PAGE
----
Interior:
The kit includes a nearly-complete interior for the hull and includes details for the driver’s compartment, transmission and brakes, fuel tanks, drive shaft tunnel, rear firewall, and radio operator’s seat and communication gear. However there are a couple of things missing such as a fire extinguisher and ready ammunition storage for the 2.0cm and MG34 turret weapons. The radio operator’s area is also not 100% accurate in terms of how the radios are mounted and the hull shelf in that area is nonexistent but otherwise the interior is as it should be. The floor includes excellent tread plate detail and PE parts are provided for the oil filter holder as well.

Turret:
The kit provides the turret top as its own separately molded piece with excellent weld detail along the edges. The turret bottom and front plates install separately in a modular fashion. The commander’s cupola is a separate multi-part assembly that includes individual clear periscopes for each of the seven openings and the hatch includes excellent pad and signal port detail on the interior. The option is provided to fit part B44 for the hatch stop or leave it off depending on your references. The turret “zusatzpanzer” curved plate is installed as a single piece and includes the same conical bolt detail as the superstructure plates.

The turret interior is highly detailed with a fully detailed breech and gun sights provided for both the MG34 and 2.0cm main gun. The gun can remain movable with care and the open sight hatches in the mantlet can be posed in either the open or closed position if done carefully. Neither of the weapons is shown as loaded with clips or ammunition drums. The 2.0cm muzzle flash suppressor is slide-molded hollow but the signature small circular openings at the end are represented only as depressions. Rounding things out, a fully detailed commander’s seat and turret traverse mechanism are included in the interior along with the vision port interior details mentioned earlier.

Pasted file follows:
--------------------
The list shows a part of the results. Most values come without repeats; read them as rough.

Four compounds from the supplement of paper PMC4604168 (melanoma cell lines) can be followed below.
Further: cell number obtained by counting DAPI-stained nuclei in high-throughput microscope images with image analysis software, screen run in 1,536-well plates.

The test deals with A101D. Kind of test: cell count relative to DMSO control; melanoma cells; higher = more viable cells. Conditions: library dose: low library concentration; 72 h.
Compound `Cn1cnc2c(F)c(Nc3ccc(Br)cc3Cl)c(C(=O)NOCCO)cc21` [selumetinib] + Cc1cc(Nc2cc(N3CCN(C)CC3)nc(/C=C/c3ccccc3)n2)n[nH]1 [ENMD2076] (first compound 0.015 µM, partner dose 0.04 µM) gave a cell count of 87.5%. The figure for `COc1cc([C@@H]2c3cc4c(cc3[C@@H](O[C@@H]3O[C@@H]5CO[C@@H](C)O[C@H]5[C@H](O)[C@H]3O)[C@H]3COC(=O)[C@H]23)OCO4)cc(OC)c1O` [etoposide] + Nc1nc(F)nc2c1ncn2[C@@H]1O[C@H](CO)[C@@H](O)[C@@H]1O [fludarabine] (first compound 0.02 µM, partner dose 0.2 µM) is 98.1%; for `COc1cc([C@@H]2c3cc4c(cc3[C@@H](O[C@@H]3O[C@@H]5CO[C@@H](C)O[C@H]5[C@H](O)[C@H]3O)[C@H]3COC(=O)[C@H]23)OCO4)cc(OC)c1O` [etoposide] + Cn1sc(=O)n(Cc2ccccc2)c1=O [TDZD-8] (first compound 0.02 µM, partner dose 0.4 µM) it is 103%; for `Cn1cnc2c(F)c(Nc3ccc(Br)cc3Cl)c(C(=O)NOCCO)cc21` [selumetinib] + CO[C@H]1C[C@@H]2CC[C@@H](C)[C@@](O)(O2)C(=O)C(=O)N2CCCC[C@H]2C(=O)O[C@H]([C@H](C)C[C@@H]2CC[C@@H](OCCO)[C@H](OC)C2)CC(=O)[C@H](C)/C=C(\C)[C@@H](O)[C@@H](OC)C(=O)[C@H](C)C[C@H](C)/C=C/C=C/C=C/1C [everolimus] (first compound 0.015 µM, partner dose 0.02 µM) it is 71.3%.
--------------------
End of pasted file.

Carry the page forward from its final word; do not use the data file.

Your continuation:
Instructions and Finishing Guide:
The kit instructions follow the standard DML mode of fold-out black and white exploded diagrams and sub-diagrams and consists of 22 steps for full assembly. The decal markings are printed by Cartograf and are clear and in-register. The Painting and Markings guide provides for the following 6 possibilities:

• PzRgt8, 15PzDiv, Libya 1941 overall sand
• 3/PzAbt.z.b.V.40, Norway 1940 panzer gray
• Unidentified Unit, Caucasus 1941 whitewash over panzer gray
• PzRgt31, 5PzDiv, Eastern Front 1941 whitewash over panzer gray
• Unidentified Unit, Libya 1942 two-tone Tropen scheme
• PzRgt7, 10PzDiv, Tunisia 1942 two-tone Tropen scheme

The markings for vehicles in North Africa include the palm tree DAK insignia but with the swastika emblem included as separate parts that have to be added to create the full emblem. These are present on the decal sheet but not called out in the markings guide.

Conclusion

DML packs quite a bit of detail into this little kit and it provides a lot of value out of the box as a result however there are issues with the interior and other details that range from minor to more serious in the accuracy department. The majority of these were fixed in kit #6572 Pz.Kpfw. II Ausf B since that kit was released after this one, but that doesn’t do you much good on this particular kit unless you don’t care about the interior. Externally there’s the relatively minor issue of the inability to pose the view ports on the hull and turret open and the more serious issue of the missing smoke candle rack for the rear as well. For these reasons the kit is recommended with reservations.